Home Vintage Magazines The House November 1902

The House Journal   | November 1902

The House, monthly sixpence

November 1902 Edition

Welcome to my house

Deborah Upshaw journalist

by Deborah Upshaw

Professional social media advocate. Devoted pop culture geek. Passionate travel lover.

November is the time of awareness. Awareness of our surroundings and our place is what makes a house our home. This edition is complete with the usual affairs of fashion and craft. It is about creating beauty from the work of your hands. It is about embracing a time of arts and crafts. Our world needs more awareness. It needs more of your beauty.

I have the honor of reading through the articles. I imagine how it was when this magazine was first published. There is a sense of adventure that more is possible. It is about sharing ideas and beauty. I first look at the house renderings. There are many images of wonderful furnishing designs. These also help in getting into the finer details of ornamentation. And then there is the ever knowing assumption that you know what you are doing. It's OK to spent time and being thoughtful in your art. This is the meaning of awareness.

This magazine was first published in 1902. It was the peak of the arts and crafts movement. People's interest in the applied arts has remained strong. People are still tinkering away in their garage or workshop realizing ideas. The pages in this magazine are full of ideas. These are yours to create, build from or inspired by. It only takes one idea, part of a sketch or the spark of an idea to get your next project underway. We are also here when your project is on hold. You may have had to put a project off to the side because it needed more work. I call this the mid-project blues. We can help you get your project underway again. Diving back into these pages will remind you of why you took the project up in the first place. A fresh approach can get your project out of the corner and into your house.

Our sense of story continues to evolve through these pages. We started looking at the decline of Art Nouveau in furniture styles. Trends from the Continent continue arrive in the English house. The English furniture style is adapting. Ornate embellishments are disappearing. The modern form is neat and structured. Straight lines and functional fit are the new order. Thomas Sheraton comes straight to mind. Sheraton displays an inviting table and settee set. It is functional and beautiful. There are endless building ideas. Our sketches are as inviting and inspiring as ever.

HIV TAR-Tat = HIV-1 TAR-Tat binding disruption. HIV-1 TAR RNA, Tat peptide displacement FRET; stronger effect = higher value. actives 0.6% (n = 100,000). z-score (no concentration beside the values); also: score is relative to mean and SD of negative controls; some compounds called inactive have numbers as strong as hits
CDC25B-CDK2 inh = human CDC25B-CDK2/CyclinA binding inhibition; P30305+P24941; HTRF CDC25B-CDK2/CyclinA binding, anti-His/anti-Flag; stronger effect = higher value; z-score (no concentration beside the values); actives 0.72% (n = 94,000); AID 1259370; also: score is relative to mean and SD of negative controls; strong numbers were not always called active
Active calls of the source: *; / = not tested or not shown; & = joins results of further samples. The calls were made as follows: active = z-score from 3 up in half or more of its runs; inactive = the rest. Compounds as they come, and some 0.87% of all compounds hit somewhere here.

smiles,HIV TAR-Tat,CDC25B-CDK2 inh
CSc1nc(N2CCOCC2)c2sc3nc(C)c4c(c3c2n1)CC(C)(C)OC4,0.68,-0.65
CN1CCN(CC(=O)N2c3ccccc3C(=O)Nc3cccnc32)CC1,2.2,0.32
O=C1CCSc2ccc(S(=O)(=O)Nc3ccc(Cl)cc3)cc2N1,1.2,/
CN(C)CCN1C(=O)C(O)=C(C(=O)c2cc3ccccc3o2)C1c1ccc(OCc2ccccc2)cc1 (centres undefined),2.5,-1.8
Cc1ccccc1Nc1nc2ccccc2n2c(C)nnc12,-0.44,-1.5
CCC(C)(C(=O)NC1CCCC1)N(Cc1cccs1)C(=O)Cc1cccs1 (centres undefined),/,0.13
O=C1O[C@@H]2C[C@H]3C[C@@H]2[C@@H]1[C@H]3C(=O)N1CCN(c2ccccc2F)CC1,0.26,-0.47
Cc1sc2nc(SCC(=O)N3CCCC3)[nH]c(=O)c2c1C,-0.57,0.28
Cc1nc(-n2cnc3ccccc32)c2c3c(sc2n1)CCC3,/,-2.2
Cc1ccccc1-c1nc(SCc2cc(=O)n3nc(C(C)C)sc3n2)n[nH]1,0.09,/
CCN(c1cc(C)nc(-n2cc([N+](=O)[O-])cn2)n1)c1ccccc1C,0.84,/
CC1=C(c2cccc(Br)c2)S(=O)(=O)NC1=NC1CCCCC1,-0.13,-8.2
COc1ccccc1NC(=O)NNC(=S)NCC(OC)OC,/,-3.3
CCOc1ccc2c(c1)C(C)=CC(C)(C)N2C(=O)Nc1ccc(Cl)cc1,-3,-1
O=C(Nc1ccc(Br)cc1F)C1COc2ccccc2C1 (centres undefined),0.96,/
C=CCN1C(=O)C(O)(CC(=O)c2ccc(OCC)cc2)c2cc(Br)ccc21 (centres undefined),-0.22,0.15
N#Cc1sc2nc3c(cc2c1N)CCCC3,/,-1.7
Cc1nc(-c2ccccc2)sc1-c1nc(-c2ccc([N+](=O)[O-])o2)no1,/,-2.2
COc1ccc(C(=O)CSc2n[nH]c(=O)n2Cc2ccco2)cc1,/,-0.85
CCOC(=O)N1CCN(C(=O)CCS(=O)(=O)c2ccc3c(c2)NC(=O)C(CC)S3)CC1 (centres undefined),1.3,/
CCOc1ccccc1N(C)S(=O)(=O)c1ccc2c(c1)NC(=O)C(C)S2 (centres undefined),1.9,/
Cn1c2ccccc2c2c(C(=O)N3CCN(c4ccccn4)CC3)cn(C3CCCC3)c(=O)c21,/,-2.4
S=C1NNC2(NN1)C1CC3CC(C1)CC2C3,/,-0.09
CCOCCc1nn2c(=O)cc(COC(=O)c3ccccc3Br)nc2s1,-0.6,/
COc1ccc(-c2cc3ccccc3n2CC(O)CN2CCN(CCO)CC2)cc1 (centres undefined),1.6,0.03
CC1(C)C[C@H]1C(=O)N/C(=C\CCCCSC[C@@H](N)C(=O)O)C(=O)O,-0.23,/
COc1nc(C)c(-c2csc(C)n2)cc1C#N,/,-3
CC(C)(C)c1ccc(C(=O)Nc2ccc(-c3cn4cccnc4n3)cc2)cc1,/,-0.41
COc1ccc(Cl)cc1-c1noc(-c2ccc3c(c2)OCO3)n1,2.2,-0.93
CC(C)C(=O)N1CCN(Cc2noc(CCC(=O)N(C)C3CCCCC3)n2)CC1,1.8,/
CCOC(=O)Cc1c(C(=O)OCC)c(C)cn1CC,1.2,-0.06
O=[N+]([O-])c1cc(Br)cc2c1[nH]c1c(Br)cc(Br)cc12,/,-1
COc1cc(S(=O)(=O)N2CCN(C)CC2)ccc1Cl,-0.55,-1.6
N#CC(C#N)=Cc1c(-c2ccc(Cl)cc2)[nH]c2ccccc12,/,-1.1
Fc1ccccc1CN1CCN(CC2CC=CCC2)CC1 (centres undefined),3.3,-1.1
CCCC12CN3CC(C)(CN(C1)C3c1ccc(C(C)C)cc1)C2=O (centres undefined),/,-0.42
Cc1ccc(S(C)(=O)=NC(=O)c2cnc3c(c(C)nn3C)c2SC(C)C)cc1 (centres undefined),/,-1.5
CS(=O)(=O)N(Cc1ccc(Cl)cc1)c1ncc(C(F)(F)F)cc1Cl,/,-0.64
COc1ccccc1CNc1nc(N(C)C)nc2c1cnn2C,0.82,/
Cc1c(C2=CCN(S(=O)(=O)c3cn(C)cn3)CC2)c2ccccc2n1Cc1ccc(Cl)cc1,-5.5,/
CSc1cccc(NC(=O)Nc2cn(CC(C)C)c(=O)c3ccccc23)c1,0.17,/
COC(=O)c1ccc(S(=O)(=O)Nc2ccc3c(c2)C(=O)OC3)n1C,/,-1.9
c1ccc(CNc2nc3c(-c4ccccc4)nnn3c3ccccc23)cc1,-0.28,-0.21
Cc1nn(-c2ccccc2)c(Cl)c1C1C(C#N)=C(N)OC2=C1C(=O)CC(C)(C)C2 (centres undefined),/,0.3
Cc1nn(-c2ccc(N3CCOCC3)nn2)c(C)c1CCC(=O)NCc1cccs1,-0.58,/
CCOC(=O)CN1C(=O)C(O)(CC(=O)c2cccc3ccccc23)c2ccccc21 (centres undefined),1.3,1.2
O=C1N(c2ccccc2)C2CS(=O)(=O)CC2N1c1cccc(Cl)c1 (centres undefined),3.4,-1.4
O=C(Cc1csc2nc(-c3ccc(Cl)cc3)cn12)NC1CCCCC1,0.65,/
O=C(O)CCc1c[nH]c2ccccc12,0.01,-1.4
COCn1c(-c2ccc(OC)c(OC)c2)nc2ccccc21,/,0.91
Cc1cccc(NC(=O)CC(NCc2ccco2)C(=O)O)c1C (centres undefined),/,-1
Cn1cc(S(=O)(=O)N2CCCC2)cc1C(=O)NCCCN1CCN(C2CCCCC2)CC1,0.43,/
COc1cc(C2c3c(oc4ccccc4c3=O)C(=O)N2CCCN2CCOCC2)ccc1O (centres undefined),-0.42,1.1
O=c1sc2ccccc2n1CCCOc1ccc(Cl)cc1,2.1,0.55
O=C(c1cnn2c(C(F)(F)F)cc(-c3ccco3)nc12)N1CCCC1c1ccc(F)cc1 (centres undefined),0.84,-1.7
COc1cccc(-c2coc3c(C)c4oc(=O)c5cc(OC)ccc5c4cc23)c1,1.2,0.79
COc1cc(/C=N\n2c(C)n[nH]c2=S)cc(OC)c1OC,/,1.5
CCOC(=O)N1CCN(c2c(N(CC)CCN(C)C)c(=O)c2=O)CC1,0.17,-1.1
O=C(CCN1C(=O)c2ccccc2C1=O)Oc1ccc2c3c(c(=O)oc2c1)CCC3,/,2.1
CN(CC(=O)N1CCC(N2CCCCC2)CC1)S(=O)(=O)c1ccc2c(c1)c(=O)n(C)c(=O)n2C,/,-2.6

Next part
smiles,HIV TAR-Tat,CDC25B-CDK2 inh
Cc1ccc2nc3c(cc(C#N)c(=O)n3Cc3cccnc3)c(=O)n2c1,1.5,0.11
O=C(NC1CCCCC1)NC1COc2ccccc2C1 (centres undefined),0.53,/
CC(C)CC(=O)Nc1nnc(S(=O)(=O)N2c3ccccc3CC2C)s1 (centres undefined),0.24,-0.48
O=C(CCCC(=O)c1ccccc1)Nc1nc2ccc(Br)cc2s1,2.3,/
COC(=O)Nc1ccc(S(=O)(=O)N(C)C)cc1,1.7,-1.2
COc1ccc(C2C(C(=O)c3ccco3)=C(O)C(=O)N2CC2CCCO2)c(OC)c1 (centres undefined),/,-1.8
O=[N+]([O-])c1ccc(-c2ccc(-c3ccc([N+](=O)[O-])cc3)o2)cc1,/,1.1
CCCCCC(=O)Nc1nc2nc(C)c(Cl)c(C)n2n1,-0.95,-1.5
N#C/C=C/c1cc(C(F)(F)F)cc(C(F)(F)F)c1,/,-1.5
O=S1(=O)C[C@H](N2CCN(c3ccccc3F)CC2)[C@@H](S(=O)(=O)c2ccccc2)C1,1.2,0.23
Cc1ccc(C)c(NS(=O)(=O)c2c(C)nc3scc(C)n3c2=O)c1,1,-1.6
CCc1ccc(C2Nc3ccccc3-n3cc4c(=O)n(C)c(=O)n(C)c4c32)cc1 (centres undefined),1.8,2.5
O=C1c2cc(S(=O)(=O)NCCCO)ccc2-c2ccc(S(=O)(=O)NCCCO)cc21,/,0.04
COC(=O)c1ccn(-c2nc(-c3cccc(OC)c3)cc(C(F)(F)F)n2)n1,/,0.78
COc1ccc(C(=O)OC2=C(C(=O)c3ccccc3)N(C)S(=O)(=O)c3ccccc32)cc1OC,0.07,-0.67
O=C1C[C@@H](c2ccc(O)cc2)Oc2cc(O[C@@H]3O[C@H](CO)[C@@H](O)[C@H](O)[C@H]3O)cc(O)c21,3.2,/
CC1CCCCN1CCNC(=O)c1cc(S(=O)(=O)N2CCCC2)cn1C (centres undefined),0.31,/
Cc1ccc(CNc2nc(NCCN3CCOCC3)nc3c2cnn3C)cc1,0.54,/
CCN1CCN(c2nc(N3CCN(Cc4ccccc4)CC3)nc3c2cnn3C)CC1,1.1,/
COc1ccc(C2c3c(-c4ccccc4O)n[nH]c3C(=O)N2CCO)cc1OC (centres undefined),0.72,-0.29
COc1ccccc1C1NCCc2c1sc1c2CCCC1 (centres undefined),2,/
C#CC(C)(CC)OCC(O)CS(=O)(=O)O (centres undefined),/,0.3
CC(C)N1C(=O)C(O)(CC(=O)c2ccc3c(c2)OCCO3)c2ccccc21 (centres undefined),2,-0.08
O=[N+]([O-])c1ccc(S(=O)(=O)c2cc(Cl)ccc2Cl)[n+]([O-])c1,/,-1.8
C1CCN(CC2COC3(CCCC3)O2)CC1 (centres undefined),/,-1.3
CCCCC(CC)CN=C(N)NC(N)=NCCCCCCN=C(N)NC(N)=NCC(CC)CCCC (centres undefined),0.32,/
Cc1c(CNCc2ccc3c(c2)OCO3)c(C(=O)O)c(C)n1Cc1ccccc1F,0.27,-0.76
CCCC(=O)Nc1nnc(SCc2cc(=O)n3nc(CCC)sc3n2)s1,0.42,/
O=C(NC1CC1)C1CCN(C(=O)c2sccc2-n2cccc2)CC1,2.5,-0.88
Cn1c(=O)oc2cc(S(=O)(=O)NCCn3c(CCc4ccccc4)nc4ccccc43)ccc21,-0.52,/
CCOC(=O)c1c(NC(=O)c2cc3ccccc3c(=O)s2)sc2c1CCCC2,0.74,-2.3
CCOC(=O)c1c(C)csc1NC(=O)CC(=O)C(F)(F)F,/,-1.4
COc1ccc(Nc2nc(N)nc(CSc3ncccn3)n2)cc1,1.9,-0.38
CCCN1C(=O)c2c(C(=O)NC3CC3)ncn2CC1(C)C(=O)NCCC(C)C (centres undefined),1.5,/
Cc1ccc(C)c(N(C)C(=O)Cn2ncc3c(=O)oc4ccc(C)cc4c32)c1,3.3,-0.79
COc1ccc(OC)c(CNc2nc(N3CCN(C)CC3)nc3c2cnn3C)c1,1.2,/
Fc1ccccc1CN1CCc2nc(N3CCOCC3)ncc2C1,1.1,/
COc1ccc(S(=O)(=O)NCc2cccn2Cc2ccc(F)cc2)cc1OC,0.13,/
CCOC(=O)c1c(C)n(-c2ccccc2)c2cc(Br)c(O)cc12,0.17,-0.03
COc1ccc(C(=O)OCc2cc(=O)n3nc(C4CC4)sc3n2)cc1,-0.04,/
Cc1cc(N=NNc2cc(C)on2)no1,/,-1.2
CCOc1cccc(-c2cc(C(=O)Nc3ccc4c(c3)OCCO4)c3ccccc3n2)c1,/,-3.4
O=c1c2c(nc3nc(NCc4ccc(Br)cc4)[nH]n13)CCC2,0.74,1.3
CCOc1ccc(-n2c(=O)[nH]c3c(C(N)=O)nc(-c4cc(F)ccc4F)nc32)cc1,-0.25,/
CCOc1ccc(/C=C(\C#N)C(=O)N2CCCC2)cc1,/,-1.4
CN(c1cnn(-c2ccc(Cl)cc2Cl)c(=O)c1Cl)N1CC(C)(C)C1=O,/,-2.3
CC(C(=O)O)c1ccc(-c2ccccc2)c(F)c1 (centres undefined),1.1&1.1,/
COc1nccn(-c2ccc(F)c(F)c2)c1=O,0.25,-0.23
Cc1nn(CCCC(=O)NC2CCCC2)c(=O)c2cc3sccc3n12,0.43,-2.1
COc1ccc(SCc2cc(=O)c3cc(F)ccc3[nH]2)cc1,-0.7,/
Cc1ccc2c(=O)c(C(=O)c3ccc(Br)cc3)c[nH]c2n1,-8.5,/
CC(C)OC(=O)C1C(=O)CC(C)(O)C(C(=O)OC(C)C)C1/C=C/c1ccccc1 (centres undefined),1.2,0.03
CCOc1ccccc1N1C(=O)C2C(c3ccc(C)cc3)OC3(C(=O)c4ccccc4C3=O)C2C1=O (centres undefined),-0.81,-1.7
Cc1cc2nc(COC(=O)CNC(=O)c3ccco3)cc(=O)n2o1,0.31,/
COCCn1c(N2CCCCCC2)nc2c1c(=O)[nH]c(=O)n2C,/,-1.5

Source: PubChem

Capital Letter Q, 1886-1894, James Tissot
Capital Letter Q, 1886-1894, James Tissot. Courtesy of Brooklyn Museum

I get asked if these articles are exact reproductions of the original magazine. I am always upfront with my response. The articles here are heritage reprints but not exact reproductions. The nature of publishing has changed from November 1902. The changes take many forms but are in keeping with the original writing. Modern publishing demands a new approach. Hyperlinking is an obvious example. Our editors add hyperlinks where it enhances the material. There are obvious format changes to suit the dynamic pagination of digital devices. Articles will have stronger changes to maintain currency with the dominant search engines. Search engines will ignore many articles if they do not meet arbitrary criteria. I will endorse these changes to keep our articles search-enabled. We love this magazine, feature articles and copious sketches. Our changes will keep this magazine fresh.

contents  »

About this article

This article is a heritage reprint from the title publication. It is the intent of this website to present this article in human and machine readable form. Format and content changes have been made. This article is provided for the purpose of entertainment only. Statements in this article were relevant to the published period and may not be applicable in current times.

More articles to enjoy…

Obituary for M. Jules Dalou, one greatest sculptors of our time, 1902

M. Jules Dalou
Great Sculptor

Design for Central Offices and Public Hall, Thames Embankment

Office design
Thames Embankment